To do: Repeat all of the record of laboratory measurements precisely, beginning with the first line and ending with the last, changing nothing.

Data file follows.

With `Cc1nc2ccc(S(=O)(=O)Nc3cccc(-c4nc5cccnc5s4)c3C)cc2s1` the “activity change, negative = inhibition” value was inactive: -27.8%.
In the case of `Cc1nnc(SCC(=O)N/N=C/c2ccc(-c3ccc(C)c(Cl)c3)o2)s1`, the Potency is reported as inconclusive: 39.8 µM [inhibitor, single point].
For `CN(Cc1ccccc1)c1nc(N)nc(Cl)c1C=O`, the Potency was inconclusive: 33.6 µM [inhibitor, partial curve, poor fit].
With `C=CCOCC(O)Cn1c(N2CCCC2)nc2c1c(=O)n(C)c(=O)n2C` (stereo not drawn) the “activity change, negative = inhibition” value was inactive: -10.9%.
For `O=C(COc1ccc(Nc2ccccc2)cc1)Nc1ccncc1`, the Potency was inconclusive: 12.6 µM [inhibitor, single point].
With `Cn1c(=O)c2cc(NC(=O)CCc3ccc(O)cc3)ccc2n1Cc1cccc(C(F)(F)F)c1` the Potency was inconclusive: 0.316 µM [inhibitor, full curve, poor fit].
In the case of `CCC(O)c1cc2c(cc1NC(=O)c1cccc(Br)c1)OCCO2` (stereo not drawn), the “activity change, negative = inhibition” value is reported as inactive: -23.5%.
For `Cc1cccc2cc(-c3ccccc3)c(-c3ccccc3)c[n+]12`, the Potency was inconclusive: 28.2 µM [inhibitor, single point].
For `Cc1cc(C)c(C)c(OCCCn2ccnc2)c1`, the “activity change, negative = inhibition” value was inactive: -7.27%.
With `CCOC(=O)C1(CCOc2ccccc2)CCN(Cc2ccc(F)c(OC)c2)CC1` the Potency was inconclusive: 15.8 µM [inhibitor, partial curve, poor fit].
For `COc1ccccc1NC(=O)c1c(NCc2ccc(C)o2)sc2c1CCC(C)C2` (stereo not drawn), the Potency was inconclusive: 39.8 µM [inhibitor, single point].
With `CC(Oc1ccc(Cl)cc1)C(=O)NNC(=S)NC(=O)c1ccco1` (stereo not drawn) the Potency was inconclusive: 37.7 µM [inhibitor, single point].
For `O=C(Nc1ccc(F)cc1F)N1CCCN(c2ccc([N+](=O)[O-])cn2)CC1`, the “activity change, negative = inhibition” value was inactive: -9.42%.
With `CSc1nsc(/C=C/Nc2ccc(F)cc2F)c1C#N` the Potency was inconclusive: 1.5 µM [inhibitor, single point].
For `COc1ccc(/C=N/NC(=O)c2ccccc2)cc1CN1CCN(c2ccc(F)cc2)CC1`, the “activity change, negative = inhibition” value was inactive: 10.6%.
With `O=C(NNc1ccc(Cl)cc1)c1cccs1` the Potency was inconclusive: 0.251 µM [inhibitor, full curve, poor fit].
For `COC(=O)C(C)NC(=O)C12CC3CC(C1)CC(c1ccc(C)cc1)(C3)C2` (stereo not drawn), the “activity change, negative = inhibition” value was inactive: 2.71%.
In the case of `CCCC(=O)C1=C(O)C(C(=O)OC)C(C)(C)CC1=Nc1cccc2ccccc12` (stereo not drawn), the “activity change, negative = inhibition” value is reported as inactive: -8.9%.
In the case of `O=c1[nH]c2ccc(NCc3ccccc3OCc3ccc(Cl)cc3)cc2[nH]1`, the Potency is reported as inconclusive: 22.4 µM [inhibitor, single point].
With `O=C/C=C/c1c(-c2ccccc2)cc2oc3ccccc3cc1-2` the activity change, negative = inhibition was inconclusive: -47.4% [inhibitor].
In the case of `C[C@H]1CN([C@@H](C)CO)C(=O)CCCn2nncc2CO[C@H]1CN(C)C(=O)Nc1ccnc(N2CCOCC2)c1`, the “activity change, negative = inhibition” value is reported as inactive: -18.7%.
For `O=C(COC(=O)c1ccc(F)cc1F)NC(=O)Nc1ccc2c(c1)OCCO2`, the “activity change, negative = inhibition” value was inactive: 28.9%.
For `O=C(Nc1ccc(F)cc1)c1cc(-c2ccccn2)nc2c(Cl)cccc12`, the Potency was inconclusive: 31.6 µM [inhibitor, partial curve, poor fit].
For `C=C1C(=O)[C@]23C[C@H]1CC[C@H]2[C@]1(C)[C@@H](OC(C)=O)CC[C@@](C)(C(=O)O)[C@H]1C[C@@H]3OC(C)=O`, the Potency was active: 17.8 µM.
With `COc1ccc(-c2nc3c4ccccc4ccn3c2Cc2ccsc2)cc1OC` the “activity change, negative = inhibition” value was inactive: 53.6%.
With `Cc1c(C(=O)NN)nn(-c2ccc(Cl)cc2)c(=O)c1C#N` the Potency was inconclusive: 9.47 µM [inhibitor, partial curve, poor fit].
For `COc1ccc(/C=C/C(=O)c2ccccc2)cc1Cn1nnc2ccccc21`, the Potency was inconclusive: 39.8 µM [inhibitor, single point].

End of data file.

With `Cc1nc2ccc(S(=O)(=O)Nc3cccc(-c4nc5cccnc5s4)c3C)cc2s1` the “activity change, negative = inhibition” value was inactive: -27.8%.
In the case of `Cc1nnc(SCC(=O)N/N=C/c2ccc(-c3ccc(C)c(Cl)c3)o2)s1`, the Potency is reported as inconclusive: 39.8 µM [inhibitor, single point].
For `CN(Cc1ccccc1)c1nc(N)nc(Cl)c1C=O`, the Potency was inconclusive: 33.6 µM [inhibitor, partial curve, poor fit].
With `C=CCOCC(O)Cn1c(N2CCCC2)nc2c1c(=O)n(C)c(=O)n2C` (stereo not drawn) the “activity change, negative = inhibition” value was inactive: -10.9%.
For `O=C(COc1ccc(Nc2ccccc2)cc1)Nc1ccncc1`, the Potency was inconclusive: 12.6 µM [inhibitor, single point].
With `Cn1c(=O)c2cc(NC(=O)CCc3ccc(O)cc3)ccc2n1Cc1cccc(C(F)(F)F)c1` the Potency was inconclusive: 0.316 µM [inhibitor, full curve, poor fit].
In the case of `CCC(O)c1cc2c(cc1NC(=O)c1cccc(Br)c1)OCCO2` (stereo not drawn), the “activity change, negative = inhibition” value is reported as inactive: -23.5%.
For `Cc1cccc2cc(-c3ccccc3)c(-c3ccccc3)c[n+]12`, the Potency was inconclusive: 28.2 µM [inhibitor, single point].
For `Cc1cc(C)c(C)c(OCCCn2ccnc2)c1`, the “activity change, negative = inhibition” value was inactive: -7.27%.
With `CCOC(=O)C1(CCOc2ccccc2)CCN(Cc2ccc(F)c(OC)c2)CC1` the Potency was inconclusive: 15.8 µM [inhibitor, partial curve, poor fit].
For `COc1ccccc1NC(=O)c1c(NCc2ccc(C)o2)sc2c1CCC(C)C2` (stereo not drawn), the Potency was inconclusive: 39.8 µM [inhibitor, single point].
With `CC(Oc1ccc(Cl)cc1)C(=O)NNC(=S)NC(=O)c1ccco1` (stereo not drawn) the Potency was inconclusive: 37.7 µM [inhibitor, single point].
For `O=C(Nc1ccc(F)cc1F)N1CCCN(c2ccc([N+](=O)[O-])cn2)CC1`, the “activity change, negative = inhibition” value was inactive: -9.42%.
With `CSc1nsc(/C=C/Nc2ccc(F)cc2F)c1C#N` the Potency was inconclusive: 1.5 µM [inhibitor, single point].
For `COc1ccc(/C=N/NC(=O)c2ccccc2)cc1CN1CCN(c2ccc(F)cc2)CC1`, the “activity change, negative = inhibition” value was inactive: 10.6%.
With `O=C(NNc1ccc(Cl)cc1)c1cccs1` the Potency was inconclusive: 0.251 µM [inhibitor, full curve, poor fit].
For `COC(=O)C(C)NC(=O)C12CC3CC(C1)CC(c1ccc(C)cc1)(C3)C2` (stereo not drawn), the “activity change, negative = inhibition” value was inactive: 2.71%.
In the case of `CCCC(=O)C1=C(O)C(C(=O)OC)C(C)(C)CC1=Nc1cccc2ccccc12` (stereo not drawn), the “activity change, negative = inhibition” value is reported as inactive: -8.9%.
In the case of `O=c1[nH]c2ccc(NCc3ccccc3OCc3ccc(Cl)cc3)cc2[nH]1`, the Potency is reported as inconclusive: 22.4 µM [inhibitor, single point].
With `O=C/C=C/c1c(-c2ccccc2)cc2oc3ccccc3cc1-2` the activity change, negative = inhibition was inconclusive: -47.4% [inhibitor].
In the case of `C[C@H]1CN([C@@H](C)CO)C(=O)CCCn2nncc2CO[C@H]1CN(C)C(=O)Nc1ccnc(N2CCOCC2)c1`, the “activity change, negative = inhibition” value is reported as inactive: -18.7%.
For `O=C(COC(=O)c1ccc(F)cc1F)NC(=O)Nc1ccc2c(c1)OCCO2`, the “activity change, negative = inhibition” value was inactive: 28.9%.
For `O=C(Nc1ccc(F)cc1)c1cc(-c2ccccn2)nc2c(Cl)cccc12`, the Potency was inconclusive: 31.6 µM [inhibitor, partial curve, poor fit].
For `C=C1C(=O)[C@]23C[C@H]1CC[C@H]2[C@]1(C)[C@@H](OC(C)=O)CC[C@@](C)(C(=O)O)[C@H]1C[C@@H]3OC(C)=O`, the Potency was active: 17.8 µM.
With `COc1ccc(-c2nc3c4ccccc4ccn3c2Cc2ccsc2)cc1OC` the “activity change, negative = inhibition” value was inactive: 53.6%.
With `Cc1c(C(=O)NN)nn(-c2ccc(Cl)cc2)c(=O)c1C#N` the Potency was inconclusive: 9.47 µM [inhibitor, partial curve, poor fit].
For `COc1ccc(/C=C/C(=O)c2ccccc2)cc1Cn1nnc2ccccc21`, the Potency was inconclusive: 39.8 µM [inhibitor, single point].